Fremantle Stuff > People > Joseph Johnston
Joseph Johnston (1814-1892) was born in Lincolnshire. As a young man he worked as a schoolmaster and became a member of the Congregational Church in Manchester.
He was 24 when the London Missionary Society invited him to work in the Pacific Islands. There he met and married Harriett Platt, the daughter of a senior missionary.
In 1853, after a spell back in the UK, Johnston was sent to Fremantle. Initially he worked from a small rented cottage and travelled between Fremantle and Bunbury on horseback. The Reverend Johnston was dubbed 'one of the most learned men in the colony'. His advocacy of 'good works performed with generosity' drew the major merchants to support his social concerns, even though most were not Congregationalists.
He also lectured on intellectual topics to members of the Fremantle Mechanics Institute. However, when he thought the Institute was becoming a 'gentlemen's club', he helped form the Fremantle Workingmen's Association. The Reverend Johnston then instigated the amalgamation of the two bodies into a new organisation, the Fremantle Literary Institute. The Institute was a self-improvement group offering training in subjects such as mathematics and literature.
The Reverend Johnston's Fremantle Congregational Church, completed in 1877, was renamed the Johnston Memorial Church. It was demolished in the 1960s and replaced by a large apartment block, Johnston Court. Text MCB.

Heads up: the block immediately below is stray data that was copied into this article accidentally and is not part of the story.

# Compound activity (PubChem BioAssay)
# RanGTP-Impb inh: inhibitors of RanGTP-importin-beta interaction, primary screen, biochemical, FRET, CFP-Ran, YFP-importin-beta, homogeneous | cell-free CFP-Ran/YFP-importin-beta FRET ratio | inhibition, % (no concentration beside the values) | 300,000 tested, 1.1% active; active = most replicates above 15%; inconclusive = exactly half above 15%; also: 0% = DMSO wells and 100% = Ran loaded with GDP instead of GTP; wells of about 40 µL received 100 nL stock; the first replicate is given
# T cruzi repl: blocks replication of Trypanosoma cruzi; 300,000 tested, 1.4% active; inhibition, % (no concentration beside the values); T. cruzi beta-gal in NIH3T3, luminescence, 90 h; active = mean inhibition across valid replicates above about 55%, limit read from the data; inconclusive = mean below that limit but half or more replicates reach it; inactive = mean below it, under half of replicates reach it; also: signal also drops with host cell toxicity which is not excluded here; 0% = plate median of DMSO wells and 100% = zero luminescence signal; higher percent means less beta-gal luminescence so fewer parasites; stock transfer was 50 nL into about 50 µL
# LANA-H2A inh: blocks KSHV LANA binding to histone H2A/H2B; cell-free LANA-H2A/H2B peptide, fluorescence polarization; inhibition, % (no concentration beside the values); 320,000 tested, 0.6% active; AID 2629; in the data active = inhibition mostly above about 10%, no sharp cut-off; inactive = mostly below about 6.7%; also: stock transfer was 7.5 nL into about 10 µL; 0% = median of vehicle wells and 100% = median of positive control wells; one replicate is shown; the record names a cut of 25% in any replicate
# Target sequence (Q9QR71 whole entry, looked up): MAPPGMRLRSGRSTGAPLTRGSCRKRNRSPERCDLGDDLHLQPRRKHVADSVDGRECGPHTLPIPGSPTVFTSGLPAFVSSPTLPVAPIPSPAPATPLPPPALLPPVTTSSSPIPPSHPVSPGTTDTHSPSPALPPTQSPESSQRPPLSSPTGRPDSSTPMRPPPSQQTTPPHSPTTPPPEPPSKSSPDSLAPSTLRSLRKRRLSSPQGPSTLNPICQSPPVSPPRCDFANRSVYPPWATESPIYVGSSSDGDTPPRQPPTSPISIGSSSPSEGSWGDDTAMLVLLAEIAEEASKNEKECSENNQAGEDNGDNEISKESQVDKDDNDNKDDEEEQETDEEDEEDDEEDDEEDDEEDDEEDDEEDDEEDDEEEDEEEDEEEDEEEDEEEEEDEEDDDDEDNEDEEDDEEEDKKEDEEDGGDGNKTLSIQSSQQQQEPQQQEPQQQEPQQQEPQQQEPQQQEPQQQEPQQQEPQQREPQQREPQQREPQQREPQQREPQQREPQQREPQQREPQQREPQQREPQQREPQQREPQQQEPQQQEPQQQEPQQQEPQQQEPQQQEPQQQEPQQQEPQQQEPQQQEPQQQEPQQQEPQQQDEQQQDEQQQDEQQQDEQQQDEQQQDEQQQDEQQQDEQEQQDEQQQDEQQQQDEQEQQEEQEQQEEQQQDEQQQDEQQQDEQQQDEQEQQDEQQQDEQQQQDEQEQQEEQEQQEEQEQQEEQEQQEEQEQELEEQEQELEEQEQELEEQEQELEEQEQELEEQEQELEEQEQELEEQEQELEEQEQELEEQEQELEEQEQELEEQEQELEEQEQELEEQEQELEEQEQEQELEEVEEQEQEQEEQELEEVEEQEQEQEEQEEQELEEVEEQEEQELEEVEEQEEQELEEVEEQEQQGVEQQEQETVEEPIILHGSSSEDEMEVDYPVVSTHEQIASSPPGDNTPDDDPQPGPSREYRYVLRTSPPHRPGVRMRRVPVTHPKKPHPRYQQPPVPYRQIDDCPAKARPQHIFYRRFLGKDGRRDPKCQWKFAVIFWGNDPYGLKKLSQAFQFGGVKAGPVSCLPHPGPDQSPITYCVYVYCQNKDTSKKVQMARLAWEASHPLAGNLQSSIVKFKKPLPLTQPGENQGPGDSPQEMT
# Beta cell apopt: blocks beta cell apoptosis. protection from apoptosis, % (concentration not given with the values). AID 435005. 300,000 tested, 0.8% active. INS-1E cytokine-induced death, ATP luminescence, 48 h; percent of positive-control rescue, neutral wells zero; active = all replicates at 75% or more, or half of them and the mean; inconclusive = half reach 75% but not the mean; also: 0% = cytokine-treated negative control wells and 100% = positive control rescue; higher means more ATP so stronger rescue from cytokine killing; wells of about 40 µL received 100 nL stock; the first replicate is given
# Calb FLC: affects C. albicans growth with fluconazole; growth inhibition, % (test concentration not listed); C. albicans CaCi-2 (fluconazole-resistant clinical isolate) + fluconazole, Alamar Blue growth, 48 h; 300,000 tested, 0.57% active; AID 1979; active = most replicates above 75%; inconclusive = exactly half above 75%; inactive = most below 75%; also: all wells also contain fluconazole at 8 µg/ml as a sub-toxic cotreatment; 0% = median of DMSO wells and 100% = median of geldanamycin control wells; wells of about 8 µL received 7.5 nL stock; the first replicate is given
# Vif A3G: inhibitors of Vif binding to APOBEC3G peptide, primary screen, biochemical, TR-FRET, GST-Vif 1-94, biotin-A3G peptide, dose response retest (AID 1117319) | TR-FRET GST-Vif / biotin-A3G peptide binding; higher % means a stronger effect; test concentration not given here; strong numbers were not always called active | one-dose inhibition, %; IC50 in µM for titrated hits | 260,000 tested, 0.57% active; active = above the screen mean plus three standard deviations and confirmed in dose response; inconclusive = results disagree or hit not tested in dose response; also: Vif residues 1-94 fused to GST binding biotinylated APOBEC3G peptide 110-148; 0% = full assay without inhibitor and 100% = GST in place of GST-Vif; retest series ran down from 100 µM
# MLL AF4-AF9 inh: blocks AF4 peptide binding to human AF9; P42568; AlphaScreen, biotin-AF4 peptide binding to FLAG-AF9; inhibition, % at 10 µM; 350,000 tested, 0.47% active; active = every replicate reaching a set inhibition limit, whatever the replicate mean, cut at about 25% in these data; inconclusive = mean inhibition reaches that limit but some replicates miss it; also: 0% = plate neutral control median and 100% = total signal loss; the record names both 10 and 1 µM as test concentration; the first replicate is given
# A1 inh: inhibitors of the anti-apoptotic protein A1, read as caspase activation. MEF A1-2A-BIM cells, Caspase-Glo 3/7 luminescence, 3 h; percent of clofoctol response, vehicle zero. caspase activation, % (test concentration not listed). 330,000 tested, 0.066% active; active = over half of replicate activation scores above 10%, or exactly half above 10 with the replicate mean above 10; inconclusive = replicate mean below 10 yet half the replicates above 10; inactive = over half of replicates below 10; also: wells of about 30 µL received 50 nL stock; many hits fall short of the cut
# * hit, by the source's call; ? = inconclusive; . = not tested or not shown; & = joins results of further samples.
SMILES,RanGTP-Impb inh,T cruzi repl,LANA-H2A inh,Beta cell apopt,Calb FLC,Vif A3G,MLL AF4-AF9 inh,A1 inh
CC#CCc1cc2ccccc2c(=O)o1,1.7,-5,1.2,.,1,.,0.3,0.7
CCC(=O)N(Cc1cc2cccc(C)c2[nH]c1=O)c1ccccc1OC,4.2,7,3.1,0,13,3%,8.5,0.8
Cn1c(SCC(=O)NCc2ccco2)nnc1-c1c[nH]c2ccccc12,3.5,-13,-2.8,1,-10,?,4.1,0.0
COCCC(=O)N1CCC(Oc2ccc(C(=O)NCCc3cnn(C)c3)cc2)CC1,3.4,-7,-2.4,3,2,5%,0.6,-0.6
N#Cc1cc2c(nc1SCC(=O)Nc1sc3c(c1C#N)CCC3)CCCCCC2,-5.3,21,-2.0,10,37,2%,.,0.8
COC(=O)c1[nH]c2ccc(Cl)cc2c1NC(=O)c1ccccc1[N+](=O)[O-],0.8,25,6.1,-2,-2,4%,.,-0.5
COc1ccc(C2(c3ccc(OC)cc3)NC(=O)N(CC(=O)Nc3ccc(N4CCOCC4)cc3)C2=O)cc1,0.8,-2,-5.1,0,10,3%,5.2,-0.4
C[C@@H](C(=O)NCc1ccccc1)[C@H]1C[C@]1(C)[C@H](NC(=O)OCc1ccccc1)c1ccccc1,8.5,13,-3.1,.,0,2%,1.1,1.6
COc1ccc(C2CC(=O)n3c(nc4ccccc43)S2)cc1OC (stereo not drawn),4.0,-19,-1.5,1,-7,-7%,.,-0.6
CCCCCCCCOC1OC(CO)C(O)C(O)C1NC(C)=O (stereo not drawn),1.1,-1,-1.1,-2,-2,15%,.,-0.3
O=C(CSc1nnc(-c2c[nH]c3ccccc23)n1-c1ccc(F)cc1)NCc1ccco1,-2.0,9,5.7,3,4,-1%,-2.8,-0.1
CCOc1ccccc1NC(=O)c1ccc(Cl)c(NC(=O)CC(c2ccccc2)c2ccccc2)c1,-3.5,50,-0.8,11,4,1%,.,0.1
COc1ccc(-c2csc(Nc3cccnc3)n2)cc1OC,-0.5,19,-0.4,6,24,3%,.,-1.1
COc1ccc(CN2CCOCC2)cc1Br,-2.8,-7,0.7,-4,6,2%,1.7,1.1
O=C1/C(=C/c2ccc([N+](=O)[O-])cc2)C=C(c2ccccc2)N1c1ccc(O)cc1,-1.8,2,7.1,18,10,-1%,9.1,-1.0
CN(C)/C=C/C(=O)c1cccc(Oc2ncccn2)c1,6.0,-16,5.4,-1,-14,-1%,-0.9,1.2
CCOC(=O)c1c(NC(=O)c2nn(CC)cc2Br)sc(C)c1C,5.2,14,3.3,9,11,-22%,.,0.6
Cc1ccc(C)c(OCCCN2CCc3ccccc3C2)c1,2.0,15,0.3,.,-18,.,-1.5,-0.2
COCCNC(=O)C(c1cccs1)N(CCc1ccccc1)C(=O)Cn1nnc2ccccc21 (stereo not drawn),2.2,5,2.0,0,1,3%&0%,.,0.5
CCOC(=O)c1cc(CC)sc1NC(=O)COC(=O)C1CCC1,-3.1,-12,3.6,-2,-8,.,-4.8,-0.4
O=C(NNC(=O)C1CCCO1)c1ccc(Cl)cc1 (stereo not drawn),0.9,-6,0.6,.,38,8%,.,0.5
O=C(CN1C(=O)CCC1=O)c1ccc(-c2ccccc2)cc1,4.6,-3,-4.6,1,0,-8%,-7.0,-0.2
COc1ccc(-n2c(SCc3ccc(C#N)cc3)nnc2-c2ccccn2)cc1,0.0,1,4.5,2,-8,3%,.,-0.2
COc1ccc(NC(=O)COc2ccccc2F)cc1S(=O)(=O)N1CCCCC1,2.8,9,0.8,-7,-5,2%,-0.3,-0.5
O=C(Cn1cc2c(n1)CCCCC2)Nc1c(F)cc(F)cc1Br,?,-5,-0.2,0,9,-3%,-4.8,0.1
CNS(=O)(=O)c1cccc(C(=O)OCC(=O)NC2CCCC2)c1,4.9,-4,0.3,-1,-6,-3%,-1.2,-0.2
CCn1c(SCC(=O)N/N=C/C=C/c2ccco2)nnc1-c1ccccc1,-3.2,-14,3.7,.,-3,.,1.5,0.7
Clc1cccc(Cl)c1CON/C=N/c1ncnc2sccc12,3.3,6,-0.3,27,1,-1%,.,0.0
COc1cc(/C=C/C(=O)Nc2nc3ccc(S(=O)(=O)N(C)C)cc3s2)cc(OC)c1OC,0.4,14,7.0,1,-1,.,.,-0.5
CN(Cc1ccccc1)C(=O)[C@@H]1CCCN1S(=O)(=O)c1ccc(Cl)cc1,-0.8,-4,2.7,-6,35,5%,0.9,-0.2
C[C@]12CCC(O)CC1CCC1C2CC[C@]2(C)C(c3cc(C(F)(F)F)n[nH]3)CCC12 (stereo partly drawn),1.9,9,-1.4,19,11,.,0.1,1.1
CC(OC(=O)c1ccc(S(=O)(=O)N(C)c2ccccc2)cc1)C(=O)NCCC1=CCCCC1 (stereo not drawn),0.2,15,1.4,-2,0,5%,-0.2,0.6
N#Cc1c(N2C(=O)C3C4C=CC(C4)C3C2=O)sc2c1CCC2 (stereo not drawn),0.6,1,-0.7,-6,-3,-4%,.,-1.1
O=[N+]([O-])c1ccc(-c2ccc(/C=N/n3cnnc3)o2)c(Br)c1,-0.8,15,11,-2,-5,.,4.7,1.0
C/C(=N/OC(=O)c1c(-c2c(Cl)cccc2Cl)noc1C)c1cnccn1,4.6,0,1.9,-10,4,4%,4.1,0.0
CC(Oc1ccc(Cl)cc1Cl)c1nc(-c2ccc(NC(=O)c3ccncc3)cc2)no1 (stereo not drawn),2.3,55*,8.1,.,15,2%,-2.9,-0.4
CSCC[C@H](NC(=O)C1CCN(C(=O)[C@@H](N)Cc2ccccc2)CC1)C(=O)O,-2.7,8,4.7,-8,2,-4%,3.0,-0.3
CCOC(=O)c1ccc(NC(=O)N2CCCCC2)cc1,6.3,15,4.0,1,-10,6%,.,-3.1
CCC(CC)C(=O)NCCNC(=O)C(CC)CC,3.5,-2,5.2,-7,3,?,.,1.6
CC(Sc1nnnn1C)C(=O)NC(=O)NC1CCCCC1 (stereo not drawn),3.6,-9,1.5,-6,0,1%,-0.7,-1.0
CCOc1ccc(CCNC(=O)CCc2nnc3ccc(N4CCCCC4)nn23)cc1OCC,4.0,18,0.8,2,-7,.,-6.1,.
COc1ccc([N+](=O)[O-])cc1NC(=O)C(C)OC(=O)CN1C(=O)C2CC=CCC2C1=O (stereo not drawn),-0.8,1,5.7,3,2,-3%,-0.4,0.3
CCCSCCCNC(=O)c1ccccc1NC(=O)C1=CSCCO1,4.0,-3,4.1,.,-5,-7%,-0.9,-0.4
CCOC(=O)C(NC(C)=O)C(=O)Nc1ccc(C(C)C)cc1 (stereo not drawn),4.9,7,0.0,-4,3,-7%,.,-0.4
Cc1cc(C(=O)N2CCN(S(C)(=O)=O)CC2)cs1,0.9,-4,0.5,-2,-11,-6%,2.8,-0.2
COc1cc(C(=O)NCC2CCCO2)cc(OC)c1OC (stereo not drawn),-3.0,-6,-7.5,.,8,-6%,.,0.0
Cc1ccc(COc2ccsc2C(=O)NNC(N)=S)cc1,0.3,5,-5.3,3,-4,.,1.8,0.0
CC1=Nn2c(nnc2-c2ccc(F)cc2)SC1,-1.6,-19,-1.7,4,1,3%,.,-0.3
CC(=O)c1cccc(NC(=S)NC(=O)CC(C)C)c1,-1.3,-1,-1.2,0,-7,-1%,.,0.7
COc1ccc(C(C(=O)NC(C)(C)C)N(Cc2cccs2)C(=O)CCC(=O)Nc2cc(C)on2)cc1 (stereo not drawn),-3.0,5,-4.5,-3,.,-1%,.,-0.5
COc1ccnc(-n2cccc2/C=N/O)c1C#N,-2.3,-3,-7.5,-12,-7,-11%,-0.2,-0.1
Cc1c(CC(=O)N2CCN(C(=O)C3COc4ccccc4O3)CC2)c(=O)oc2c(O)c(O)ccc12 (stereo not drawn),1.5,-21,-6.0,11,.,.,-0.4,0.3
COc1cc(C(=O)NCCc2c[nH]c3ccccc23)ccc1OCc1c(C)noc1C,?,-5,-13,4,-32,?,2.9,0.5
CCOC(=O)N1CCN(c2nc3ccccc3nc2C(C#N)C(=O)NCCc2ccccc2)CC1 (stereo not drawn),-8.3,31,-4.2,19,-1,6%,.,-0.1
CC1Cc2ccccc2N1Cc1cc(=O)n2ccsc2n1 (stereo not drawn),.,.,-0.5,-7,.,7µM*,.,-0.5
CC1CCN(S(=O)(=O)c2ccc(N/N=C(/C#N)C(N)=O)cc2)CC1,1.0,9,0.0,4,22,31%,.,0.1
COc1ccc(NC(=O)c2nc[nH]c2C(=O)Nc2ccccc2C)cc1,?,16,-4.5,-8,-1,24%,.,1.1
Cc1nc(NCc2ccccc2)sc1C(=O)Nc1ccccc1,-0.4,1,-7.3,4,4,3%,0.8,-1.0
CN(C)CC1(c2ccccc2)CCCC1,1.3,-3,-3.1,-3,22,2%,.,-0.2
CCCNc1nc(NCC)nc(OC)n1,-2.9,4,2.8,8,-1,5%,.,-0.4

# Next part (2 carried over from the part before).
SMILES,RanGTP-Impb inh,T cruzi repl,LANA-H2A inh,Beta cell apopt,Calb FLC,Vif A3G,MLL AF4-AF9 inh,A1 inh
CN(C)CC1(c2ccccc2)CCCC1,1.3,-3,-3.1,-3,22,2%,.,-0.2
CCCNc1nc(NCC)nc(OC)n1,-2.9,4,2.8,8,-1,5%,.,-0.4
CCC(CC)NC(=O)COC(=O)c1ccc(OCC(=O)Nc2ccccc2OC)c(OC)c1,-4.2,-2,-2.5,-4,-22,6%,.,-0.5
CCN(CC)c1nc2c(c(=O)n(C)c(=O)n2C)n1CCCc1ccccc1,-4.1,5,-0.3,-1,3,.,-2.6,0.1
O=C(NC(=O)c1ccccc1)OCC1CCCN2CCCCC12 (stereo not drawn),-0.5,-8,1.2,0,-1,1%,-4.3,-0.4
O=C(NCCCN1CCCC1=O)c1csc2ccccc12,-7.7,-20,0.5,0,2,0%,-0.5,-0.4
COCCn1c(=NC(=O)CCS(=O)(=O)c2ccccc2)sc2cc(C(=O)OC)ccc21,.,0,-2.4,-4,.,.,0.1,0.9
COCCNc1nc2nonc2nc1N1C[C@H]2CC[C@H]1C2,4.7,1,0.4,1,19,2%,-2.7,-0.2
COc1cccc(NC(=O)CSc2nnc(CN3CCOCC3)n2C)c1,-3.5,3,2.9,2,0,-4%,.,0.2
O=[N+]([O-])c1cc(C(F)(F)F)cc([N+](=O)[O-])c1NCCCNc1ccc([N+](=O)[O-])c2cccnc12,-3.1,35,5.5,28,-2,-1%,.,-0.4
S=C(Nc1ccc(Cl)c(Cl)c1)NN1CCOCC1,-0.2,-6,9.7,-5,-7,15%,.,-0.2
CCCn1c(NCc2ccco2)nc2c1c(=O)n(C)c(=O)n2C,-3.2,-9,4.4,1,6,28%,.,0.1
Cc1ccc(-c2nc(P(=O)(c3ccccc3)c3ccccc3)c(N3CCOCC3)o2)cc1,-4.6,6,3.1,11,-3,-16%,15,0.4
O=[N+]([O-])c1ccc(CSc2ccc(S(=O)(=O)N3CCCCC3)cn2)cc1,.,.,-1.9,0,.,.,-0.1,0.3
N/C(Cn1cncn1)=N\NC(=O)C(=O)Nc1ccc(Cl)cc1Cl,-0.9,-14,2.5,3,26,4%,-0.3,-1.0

The building of the old Congregational Church was commenced in 1852. It was completed in 1854 and enlarged in 1857. It is now used as a Sunday School. The manse was erected in 1862 and the new church was commenced in 1875 and completed in 1877. The first pastor of that denomination to be stationed in Fremantle was the Rev. Joseph Johnston, or 'Father' Johnston as he was affectionately called, who held the pastorate for nearly 40 years and won the love and respect of all, irrespective of class or creed, with whom he came in contact. He died in 1892, but memories of his inestimable public offices and private virtues are still cherished by old residents. Hitchcock: 39; photo: 56.
His only son, also called Joseph Johnston, died in 1876 together with everyone on board the Gem, between Rottnest and Fremantle, in a mysterious disappearance. Hitchcock: 63.
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